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Common Disorders of the Pancreas


There are a variety of disorders of the pancreas including acute pancreatitis, chronic pancreatitis, hereditary pancreatitis, and pancreatic cancer. The evaluation of pancreatic diseases can be difficult due to the inaccessibility of the pancreas.

There are multiple methods to evaluate the pancreas. Initial tests of the pancreas include a physical examination, which is difficult since the pancreas is deep in the abdomen near the spine. Blood tests are often helpful in determining whether the pancreas is involved in a specific symptom but may be misleading.

The best radiographic tests to evaluate the structure of the pancreas include CAT (computed tomography) scan, endoscopic ultrasound, and MRI (magnetic resonance imaging). Tests to evaluate the pancreatic ducts include ERCP (endoscopic retrograde cholangiopancreatography) and MRCP (magnetic resonance cholangiopancreatography).


There are also instances in which surgical exploration is the only way to confirm the diagnosis of pancreatic disease.

1. ACUTE PANCREATITIS

Acute pancreatitis is a sudden attack causing inflammation of the pancreas and is usually associated with severe upper abdominal pain. The pain may be severe and last several days. Other symptoms of acute pancreatitis include nausea, vomiting, diarrhea, bloating, and fever.

In the United States, the most common cause of acute pancreatitis is gallstones. Other causes include chronic alcohol consumption, hereditary conditions, trauma, medications, infections, electrolyte abnormalities, high lipid levels, hormonal abnormalities, or other unknown causes. The treatment is usually supportive with medications showing no benefit. Most patients with acute pancreatitis recover completely.


2. CHRONIC PANCREATITIS

Chronic pancreatitis is the progressive disorder associated with the destruction of the pancreas. The disease is more common in men and usually develops in persons between 30 and 40 years of age. Initially, chronic pancreatitis may be confused with acute pancreatitis because the symptoms are similar. The most common symptoms are upper abdominal pain and diarrhea.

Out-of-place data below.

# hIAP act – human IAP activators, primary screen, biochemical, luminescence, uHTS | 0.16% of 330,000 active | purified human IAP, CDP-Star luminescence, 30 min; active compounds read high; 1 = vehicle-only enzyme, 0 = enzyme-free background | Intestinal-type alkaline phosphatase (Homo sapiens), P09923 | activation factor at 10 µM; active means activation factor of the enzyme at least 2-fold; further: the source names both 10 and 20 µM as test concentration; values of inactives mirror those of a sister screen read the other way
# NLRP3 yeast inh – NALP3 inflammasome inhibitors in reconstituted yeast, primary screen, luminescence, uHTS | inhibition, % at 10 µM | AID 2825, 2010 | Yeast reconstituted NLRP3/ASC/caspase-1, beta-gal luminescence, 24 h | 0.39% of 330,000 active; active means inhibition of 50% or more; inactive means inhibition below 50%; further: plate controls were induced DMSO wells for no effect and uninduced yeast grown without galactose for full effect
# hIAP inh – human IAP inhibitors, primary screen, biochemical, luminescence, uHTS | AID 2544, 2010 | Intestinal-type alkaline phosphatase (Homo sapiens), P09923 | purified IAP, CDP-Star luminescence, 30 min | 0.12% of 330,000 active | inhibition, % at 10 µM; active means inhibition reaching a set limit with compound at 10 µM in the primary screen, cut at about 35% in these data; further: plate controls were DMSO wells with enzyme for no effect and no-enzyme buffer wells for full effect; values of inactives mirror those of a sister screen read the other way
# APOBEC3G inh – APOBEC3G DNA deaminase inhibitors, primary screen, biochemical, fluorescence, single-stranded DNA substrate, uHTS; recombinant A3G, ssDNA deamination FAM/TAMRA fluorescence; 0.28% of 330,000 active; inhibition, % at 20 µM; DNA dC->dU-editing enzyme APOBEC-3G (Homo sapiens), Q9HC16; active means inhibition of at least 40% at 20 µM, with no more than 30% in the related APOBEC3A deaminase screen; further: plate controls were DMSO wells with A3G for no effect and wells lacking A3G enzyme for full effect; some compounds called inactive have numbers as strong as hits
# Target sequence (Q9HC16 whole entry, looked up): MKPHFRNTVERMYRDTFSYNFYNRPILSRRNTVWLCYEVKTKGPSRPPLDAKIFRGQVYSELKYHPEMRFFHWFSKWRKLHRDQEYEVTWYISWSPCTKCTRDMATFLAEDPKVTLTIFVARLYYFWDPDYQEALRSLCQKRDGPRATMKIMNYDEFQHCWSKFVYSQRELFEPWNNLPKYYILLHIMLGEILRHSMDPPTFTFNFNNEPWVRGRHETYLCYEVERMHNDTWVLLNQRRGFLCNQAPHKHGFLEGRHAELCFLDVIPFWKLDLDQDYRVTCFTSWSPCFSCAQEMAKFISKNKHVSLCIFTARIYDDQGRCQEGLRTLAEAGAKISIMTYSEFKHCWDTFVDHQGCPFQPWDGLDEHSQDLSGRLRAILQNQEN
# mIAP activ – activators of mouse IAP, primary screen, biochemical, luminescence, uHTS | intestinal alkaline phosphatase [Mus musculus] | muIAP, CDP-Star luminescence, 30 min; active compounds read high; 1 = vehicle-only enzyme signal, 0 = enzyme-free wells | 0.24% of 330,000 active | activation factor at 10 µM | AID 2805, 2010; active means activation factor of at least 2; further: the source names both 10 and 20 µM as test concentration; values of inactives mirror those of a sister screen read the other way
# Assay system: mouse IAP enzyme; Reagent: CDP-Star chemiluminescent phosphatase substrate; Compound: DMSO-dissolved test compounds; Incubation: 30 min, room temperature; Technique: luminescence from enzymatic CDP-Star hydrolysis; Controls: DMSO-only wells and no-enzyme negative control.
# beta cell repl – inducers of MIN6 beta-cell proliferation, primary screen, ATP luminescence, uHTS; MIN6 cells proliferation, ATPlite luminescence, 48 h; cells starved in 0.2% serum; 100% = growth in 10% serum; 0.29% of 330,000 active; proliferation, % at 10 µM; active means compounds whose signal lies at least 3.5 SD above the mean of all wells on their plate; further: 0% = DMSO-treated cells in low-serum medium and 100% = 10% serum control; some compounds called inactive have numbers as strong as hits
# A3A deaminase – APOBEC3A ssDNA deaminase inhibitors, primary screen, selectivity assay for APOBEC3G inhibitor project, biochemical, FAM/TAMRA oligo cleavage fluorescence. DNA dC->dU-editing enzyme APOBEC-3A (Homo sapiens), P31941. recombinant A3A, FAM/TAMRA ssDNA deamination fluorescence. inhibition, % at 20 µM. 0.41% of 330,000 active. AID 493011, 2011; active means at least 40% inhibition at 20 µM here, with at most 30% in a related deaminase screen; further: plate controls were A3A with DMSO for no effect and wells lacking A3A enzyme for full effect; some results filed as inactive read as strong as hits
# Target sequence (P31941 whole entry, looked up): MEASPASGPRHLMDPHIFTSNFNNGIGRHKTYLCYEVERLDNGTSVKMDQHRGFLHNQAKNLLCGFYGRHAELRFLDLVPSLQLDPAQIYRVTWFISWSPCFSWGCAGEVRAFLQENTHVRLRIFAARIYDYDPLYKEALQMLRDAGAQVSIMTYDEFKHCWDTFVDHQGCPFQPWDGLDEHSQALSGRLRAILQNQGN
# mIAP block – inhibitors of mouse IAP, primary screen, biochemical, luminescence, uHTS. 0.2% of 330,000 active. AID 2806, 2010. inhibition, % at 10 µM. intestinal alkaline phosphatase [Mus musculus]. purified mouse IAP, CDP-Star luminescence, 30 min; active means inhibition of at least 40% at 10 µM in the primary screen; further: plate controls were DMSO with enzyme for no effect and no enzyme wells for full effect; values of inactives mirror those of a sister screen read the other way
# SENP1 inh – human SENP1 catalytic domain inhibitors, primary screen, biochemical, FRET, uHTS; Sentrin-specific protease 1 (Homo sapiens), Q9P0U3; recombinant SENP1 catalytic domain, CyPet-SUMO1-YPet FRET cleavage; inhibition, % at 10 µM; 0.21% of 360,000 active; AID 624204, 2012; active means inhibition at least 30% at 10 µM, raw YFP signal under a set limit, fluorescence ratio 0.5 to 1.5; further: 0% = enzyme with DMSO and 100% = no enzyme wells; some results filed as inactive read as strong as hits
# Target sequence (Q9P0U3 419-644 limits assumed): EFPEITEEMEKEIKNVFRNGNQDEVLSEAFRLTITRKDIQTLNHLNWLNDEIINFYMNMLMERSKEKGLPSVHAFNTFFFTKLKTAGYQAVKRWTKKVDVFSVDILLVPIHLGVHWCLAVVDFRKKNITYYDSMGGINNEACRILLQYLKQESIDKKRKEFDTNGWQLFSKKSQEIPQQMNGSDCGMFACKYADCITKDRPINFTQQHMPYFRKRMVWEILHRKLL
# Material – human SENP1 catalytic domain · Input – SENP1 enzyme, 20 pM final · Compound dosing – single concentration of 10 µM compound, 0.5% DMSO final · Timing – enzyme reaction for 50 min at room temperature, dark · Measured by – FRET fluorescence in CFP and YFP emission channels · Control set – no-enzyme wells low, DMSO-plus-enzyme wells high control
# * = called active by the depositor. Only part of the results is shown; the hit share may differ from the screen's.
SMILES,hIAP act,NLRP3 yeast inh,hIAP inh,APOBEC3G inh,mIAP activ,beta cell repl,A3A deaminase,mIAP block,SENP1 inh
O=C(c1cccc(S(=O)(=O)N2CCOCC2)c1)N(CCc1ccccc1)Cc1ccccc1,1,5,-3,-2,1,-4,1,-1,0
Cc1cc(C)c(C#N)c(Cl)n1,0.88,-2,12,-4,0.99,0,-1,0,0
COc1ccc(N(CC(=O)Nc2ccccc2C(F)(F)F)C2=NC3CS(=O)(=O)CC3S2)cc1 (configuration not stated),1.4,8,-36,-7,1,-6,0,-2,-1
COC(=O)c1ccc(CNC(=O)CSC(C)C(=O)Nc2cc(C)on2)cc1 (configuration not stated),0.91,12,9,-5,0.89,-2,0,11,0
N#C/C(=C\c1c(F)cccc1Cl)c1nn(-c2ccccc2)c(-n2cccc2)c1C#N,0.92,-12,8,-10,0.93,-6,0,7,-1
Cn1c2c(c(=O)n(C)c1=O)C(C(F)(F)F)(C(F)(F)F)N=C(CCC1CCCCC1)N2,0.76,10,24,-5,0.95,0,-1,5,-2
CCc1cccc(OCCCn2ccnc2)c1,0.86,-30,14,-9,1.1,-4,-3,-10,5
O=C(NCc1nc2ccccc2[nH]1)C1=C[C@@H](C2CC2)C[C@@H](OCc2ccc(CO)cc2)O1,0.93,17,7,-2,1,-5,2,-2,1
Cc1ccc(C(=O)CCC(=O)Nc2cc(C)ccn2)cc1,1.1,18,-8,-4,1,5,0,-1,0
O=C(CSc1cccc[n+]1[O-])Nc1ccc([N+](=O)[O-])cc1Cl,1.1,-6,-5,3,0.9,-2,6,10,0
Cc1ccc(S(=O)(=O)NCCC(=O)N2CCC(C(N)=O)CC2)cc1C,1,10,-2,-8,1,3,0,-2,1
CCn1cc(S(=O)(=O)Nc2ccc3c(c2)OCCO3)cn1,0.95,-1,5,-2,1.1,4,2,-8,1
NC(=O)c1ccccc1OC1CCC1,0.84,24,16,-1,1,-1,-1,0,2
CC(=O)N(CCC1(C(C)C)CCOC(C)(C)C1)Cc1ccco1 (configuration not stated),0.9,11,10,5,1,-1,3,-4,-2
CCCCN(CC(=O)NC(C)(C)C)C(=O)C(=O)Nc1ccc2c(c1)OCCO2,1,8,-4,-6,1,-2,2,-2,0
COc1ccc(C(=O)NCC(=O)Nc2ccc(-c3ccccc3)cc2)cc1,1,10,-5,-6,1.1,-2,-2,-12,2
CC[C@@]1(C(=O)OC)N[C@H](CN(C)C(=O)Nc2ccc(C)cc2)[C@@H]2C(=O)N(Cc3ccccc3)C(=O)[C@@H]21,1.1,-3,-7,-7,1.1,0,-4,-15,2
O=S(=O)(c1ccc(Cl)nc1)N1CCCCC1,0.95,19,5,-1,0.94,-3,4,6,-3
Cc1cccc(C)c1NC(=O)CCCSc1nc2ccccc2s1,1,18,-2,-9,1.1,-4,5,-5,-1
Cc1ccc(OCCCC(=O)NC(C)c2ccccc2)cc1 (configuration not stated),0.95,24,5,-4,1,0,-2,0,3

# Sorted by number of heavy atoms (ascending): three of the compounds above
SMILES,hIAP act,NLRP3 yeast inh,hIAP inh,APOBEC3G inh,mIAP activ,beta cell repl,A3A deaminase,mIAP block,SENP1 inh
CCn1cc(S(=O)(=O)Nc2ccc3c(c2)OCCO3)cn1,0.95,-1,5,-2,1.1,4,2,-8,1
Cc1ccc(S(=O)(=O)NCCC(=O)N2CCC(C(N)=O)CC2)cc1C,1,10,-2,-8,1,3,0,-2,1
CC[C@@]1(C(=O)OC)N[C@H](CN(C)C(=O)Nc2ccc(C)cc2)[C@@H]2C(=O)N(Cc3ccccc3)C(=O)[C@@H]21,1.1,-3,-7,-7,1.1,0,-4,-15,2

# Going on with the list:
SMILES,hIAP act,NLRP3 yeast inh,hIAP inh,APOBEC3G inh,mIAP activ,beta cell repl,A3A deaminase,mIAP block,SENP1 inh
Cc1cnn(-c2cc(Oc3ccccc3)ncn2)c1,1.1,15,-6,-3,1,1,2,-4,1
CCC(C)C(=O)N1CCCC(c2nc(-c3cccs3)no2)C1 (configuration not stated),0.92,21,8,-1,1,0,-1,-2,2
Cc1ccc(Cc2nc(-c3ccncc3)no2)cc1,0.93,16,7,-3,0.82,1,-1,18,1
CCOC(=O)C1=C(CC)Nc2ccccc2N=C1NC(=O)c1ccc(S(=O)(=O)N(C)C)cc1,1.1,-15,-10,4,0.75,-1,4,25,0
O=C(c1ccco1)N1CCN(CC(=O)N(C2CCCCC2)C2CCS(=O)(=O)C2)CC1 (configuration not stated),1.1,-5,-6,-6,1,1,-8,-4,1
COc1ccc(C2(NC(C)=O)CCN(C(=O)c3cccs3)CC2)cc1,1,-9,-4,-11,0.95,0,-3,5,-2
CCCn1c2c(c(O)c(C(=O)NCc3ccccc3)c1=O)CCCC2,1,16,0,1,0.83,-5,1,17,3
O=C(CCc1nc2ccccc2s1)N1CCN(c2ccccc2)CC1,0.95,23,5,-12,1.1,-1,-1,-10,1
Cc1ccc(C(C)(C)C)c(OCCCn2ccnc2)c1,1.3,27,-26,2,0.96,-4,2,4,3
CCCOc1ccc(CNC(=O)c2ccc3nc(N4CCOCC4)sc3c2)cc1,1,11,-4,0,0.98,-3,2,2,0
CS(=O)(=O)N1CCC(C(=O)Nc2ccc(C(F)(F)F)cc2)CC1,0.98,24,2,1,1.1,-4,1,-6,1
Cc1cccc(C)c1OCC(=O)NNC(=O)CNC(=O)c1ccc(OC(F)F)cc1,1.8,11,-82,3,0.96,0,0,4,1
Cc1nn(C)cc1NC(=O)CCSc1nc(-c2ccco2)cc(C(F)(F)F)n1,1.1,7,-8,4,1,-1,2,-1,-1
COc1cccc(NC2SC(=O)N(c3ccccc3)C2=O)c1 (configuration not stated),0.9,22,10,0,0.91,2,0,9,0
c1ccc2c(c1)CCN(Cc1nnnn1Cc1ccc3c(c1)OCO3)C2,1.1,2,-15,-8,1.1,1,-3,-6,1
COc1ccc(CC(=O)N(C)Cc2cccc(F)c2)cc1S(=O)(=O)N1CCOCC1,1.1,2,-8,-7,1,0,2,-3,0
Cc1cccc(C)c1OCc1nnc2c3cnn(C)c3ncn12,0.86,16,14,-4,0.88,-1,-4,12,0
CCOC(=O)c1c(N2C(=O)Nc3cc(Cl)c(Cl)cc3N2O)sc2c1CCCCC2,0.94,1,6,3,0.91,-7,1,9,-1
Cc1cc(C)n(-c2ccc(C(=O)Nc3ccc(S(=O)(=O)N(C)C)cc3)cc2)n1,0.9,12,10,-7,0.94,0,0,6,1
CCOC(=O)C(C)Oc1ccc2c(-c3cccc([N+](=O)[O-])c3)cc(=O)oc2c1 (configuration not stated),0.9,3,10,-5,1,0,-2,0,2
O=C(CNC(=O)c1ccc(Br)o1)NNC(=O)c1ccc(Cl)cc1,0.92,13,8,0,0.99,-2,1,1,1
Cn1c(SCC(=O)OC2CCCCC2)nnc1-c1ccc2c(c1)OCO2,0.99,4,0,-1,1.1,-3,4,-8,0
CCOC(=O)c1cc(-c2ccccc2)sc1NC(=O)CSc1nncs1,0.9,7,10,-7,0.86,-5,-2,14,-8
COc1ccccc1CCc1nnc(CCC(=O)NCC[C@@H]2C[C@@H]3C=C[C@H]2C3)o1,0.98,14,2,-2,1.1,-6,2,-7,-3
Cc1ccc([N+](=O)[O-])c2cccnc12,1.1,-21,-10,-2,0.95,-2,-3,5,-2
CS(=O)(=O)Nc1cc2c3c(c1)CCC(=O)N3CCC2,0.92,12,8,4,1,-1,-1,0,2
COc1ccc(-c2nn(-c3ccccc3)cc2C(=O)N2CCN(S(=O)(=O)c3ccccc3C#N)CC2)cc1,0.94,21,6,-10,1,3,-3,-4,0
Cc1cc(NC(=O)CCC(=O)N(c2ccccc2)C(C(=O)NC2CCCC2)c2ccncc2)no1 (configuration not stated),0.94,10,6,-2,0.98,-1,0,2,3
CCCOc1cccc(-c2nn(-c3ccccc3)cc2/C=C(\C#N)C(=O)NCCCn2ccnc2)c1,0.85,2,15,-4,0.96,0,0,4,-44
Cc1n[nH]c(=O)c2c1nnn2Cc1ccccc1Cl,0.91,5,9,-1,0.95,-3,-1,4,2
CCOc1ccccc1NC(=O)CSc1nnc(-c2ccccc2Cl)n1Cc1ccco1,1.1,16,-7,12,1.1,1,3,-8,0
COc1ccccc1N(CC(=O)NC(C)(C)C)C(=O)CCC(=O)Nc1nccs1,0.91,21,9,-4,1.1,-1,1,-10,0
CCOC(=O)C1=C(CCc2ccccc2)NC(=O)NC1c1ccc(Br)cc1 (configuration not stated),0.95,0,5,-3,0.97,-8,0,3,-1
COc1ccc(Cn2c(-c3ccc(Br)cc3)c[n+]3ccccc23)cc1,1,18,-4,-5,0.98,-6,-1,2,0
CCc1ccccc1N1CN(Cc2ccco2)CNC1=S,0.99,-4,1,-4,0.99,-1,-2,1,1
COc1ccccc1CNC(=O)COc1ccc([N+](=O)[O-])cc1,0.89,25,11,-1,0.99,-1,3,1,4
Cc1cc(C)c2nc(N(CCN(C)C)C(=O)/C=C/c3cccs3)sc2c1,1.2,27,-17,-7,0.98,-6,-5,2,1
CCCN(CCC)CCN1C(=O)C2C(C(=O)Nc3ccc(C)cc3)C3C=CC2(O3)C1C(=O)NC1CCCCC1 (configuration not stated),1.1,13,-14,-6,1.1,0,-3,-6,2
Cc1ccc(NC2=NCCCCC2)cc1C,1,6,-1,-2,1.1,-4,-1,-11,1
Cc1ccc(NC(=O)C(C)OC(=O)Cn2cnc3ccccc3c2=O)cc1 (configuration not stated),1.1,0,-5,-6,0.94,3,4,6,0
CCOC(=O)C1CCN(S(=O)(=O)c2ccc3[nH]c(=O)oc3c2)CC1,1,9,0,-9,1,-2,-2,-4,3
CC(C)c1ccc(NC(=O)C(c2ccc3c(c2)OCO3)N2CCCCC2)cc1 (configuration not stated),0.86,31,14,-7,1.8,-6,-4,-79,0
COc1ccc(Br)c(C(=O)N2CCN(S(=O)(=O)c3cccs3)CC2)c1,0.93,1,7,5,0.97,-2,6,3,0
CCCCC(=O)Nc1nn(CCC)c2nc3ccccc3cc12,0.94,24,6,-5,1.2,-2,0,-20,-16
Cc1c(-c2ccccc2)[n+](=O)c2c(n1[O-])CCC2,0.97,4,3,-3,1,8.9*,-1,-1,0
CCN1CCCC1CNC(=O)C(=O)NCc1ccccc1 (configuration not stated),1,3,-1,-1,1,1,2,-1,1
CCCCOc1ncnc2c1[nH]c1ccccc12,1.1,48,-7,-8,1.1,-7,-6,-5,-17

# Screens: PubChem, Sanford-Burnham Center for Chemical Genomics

As the disease becomes more chronic, patients can develop malnutrition and weight loss. If the pancreas becomes destroyed in the latter stages of the disease, patients may develop diabetes mellitus. The most common cause of chronic pancreatitis in the United States is chronic alcohol consumption. Additional causes include cystic fibrosis and other hereditary disorders of the pancreas. For a significant percentage of patients there is no known cause. More research is needed to determine other causes of the disease. The treatment for chronic pancreatitis depends on the symptoms.

Most therapies center on pain management and nutritional support. Oral pancreatic enzyme supplements are used to aid in the digestion of food. Patients who develop diabetes require insulin to control blood sugar. The avoidance of alcohol is central to therapy.


3. HEREDITARY PANCREATITIS

In some cases, pancreatitis is related to inherited abnormalities of the pancreas or intestine. Acute recurrent attacks of pancreatitis early in life (under age 30) can often progress to chronic pancreatitis. The most common inherited disorder that leads to chronic pancreatitis is cystic fibrosis. Recent research demonstrates genetic testing can be a valuable tool in identifying patients predisposed to hereditary pancreatitis.

As in chronic pancreatitis, hereditary pancreatitis is a progressive disease with a high risk of permanent problems. Patients with these disorders may have chronic pain, diarrhea, malnutrition, or diabetes. Treatment focuses on pain control and pancreatic enzyme replacement.


4. PANCREATIC CANCER

Pancreatic cancer is the fourth most common cause of cancer death in men and the fifth in women. Cancer of the pancreas is resistant to many standard treatments including chemotherapy and radiation therapy. This cancer grows insidiously and initially does not cause symptoms. The classic presentation of pancreatic cancer is referred to as painless jaundice, a yellowish skin discoloration with no other symptoms. The diagnosis is usually made using different radiographic imaging techniques.

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